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Ever heard the song with the lyrics, “Potato, potahto, tomato, tomahto”? While many people think accountants and bookkeepers are almost the same, the truth is accountants and bookkeepers are each different types of financial professionals.

Learn more about these differences, the roles they play and how they can help your small business.

1. Accountants and Bookkeepers Aren’t the Same Thing.

Although the terms are often used interchangeably, accounting and bookkeeping are two separate professional designations — each providing a specific range of financial management services.

Bookkeepers keep track of day-to-day transactions — the money going in and out of your business through sales, purchases, payroll, taxes, and the other things that add to or take away from the bottom line.

Accountants use financial data to help business owners make better financial decisions. They look at the big picture concepts in order to generate reports, forecast trends, and recommend best practices.

This doesn’t mean that accountants and bookkeepers are mutually exclusive. In fact, businesses see the best results when accountants and bookkeepers work together by setting goals and sharing information.

To use a sports metaphor, think of the accountant as the coach and the bookkeeper as the athlete.

2. Find the Right Accountant and the Right Bookkeeper.

Depending on your business’s size and needs, you may or may not need a full-time accountant or bookkeeper. Thankfully, the rise of cloud-based accounting and bookkeeping firms gives small businesses even more options.

What does cloud-based mean? In a not-so-distant past, most software was housed on a computer’s hard drive. Remember buying CDs or — gasp — floppy disks to install software? With cloud-based software, the application is hosted online and the user’s computer is simply a portal for accessing the tool.

Easy to install and use, cloud-based accounting software and applications make it simple for small businesses, accountants, and bookkeepers to collaborate online (virtually) as well as in person.

Intuit, makers of QuickBooks, one of the leading small business accounting software applications, predicts that 78% of small businesses will rely on cloud technology by 2020. For anyone doing the math, that’s two years from now.

To find a cloud accountant, you can ask fellow small business owners and search online. Several software companies, like FreshBooksQuickBooks and Xero, also have referral sites for accountants and bookkeepers.

As the connected accounting market is rapidly changing and growing, another option is hybrid solutions, like Qount that offers its own software combined with professional accounting and bookkeeping service.

Look around, do your research, then explore your top picks in greater detail.

3. Ask the Right Questions.

Another component of finding the right fit with an accountant or bookkeeper is knowing your needs. In fact, you should do this even before you start reaching out to accountants and bookkeepers.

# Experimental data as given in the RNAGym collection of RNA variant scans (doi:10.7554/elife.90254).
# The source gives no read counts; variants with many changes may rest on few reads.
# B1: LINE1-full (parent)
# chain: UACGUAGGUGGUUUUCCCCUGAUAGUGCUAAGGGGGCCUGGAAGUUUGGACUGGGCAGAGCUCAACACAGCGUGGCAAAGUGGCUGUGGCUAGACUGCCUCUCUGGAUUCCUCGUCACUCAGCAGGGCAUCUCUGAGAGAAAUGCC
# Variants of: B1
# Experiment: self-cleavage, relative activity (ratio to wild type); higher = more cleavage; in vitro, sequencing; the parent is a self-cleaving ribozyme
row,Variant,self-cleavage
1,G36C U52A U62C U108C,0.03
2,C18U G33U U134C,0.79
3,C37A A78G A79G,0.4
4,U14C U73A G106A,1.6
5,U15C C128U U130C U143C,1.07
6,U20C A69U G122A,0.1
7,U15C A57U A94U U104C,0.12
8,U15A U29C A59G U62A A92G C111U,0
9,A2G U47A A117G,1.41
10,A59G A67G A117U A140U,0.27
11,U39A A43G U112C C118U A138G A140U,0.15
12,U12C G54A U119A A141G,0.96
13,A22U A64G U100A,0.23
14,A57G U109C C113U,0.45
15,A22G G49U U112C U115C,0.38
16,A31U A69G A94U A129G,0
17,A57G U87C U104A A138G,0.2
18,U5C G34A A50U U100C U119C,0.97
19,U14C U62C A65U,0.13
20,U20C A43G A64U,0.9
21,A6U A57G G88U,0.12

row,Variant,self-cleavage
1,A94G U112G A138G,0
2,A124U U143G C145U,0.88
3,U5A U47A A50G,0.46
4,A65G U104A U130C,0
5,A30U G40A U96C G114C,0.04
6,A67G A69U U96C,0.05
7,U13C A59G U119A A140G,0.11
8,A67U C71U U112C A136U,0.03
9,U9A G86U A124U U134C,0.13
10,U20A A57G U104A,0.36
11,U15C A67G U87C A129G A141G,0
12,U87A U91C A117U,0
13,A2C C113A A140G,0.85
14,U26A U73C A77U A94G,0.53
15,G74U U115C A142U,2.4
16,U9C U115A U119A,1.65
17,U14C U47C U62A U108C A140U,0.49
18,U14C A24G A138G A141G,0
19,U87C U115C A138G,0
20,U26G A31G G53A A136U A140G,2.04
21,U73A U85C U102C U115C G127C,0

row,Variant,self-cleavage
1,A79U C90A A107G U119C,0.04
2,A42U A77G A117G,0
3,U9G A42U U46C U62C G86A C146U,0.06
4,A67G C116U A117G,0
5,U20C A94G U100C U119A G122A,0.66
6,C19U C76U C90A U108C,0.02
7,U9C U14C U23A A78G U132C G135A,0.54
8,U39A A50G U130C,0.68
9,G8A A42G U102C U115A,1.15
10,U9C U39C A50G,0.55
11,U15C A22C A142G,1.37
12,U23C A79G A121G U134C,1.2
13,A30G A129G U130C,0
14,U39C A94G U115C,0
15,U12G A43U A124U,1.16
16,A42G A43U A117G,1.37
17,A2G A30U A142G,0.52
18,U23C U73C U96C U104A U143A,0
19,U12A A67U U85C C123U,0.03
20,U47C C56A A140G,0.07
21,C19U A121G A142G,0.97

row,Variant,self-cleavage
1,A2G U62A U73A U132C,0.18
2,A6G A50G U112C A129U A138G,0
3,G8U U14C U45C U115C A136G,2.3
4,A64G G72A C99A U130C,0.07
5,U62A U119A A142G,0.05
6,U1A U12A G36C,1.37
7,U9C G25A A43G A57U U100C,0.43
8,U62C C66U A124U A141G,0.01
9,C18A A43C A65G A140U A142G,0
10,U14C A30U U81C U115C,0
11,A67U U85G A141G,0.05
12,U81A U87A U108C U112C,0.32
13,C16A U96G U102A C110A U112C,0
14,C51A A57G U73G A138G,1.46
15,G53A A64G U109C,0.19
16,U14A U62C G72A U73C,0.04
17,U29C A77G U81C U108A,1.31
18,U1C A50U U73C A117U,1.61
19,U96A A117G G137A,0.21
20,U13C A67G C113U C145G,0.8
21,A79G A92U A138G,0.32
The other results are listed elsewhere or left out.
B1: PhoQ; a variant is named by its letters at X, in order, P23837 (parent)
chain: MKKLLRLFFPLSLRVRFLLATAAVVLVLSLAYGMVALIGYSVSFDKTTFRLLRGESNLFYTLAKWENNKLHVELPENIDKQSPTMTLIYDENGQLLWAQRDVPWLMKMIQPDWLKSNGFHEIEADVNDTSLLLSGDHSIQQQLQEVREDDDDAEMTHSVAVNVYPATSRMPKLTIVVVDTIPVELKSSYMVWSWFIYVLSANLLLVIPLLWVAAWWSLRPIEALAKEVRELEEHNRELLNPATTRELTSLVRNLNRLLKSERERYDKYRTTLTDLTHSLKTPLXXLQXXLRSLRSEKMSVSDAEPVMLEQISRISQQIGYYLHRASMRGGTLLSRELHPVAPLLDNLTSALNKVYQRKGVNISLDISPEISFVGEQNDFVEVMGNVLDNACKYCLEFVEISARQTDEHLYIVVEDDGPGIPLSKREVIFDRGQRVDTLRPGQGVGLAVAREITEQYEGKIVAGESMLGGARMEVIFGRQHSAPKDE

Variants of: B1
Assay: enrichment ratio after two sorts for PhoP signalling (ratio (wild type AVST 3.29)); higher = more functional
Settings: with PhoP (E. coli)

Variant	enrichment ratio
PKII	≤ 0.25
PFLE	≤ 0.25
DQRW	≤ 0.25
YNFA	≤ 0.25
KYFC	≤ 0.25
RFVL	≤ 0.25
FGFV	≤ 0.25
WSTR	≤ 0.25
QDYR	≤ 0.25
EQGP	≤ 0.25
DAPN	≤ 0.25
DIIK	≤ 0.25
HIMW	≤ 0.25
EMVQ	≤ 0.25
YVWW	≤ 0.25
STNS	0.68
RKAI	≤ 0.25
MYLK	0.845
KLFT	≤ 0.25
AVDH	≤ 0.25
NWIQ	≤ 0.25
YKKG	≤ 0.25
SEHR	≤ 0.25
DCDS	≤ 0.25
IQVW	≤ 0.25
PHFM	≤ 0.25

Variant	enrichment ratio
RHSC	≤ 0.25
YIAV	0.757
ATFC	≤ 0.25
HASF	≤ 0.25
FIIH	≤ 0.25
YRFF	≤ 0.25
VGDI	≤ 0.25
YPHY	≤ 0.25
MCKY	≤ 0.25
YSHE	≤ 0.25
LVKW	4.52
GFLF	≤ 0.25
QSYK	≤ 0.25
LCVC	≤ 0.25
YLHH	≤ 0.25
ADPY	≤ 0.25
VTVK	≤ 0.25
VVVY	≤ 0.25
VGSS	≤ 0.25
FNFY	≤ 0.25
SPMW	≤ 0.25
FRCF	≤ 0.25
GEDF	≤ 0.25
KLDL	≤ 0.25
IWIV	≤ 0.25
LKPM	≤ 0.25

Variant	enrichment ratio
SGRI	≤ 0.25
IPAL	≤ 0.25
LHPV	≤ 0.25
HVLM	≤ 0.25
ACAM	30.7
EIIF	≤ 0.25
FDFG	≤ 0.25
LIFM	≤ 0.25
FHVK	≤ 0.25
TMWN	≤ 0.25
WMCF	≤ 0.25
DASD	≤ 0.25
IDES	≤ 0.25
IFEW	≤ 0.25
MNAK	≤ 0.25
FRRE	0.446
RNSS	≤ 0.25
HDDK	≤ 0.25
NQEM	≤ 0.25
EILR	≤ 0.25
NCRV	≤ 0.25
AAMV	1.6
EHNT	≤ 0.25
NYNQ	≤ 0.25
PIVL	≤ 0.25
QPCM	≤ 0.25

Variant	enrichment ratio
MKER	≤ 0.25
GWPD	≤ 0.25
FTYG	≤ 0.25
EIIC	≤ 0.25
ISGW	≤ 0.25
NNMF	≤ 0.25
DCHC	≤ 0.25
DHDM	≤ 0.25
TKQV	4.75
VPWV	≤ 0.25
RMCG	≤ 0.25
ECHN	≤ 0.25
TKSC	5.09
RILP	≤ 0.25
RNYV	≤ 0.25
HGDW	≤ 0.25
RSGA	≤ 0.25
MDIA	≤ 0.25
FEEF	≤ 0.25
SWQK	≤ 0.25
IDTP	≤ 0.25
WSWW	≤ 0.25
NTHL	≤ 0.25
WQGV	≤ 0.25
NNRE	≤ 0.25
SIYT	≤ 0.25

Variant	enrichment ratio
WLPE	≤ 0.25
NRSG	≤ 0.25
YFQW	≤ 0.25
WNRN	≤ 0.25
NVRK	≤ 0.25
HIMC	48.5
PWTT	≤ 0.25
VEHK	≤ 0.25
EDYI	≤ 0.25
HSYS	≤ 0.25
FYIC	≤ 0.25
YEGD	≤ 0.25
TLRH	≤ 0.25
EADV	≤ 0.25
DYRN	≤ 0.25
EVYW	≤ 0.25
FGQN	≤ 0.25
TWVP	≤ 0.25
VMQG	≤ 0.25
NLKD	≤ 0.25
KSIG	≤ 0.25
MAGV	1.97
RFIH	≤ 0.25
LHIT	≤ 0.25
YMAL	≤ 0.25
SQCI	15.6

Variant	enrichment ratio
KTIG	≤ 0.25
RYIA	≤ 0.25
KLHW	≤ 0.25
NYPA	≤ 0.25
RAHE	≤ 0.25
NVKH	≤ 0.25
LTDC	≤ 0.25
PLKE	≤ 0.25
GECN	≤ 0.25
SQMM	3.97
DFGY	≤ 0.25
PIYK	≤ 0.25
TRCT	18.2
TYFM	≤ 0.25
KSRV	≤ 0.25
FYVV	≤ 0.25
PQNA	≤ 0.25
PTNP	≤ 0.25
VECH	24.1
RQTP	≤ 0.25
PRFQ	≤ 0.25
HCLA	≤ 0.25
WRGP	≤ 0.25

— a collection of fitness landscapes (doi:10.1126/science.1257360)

If you need higher level analysis, you’ll want to look for an accountant. If you need process support, such as data entry or ways to reduce data entry, you’ll want to look for a bookkeeper.

If you need a little of both, look for a company that has accounting and bookkeeping services or find an accountant and bookkeeper who are willing to collaborate. (If you go for the collaboration option, it also helps to make sure your accountant and bookkeeper are both using the same accounting software.)

Questions to ask as part of the search process include:

  • What are their certifications and areas of specialization?
  • Accountants with CPA designation have completed a specific certification process.
  • Industry organizations for bookkeepers include the American Institute of Professional Bookkeepers and National Association of Certified Public Bookkeepers.
  • Do they have experience in your business’ specific field or industry?
  • Can they provide you with references?
  • What accounting software and applications do they use?
  • What’s their billing structure and scope of services?
  • What privacy and security processes do they follow?
  • How do they prefer to communicate — phone, email, in person?
  • Are you willing to collaborate with another independent accountant or bookkeeper?

How valuable can the right accountant and bookkeeper be?

Consider this: accountants and bookkeepers helped bring down Al Capone. While his list of crimes was large, he was ultimately prosecuted for tax fraud.

Taking the criminal reference with a grain of salt, you may wonder about the cost benefits of working with an accountant or bookkeeper. The answer would be to consider the cost of do-it-yourself mistakes.

One fine compounded by interest could easily be prevented by hiring a professional. Another perk — professional service fees are also tax deductible business expenses.

The advice we share on our blog is intended to be informational. It does not replace the expertise of accredited business professionals. 

A version of this article was originally published on the Score blog.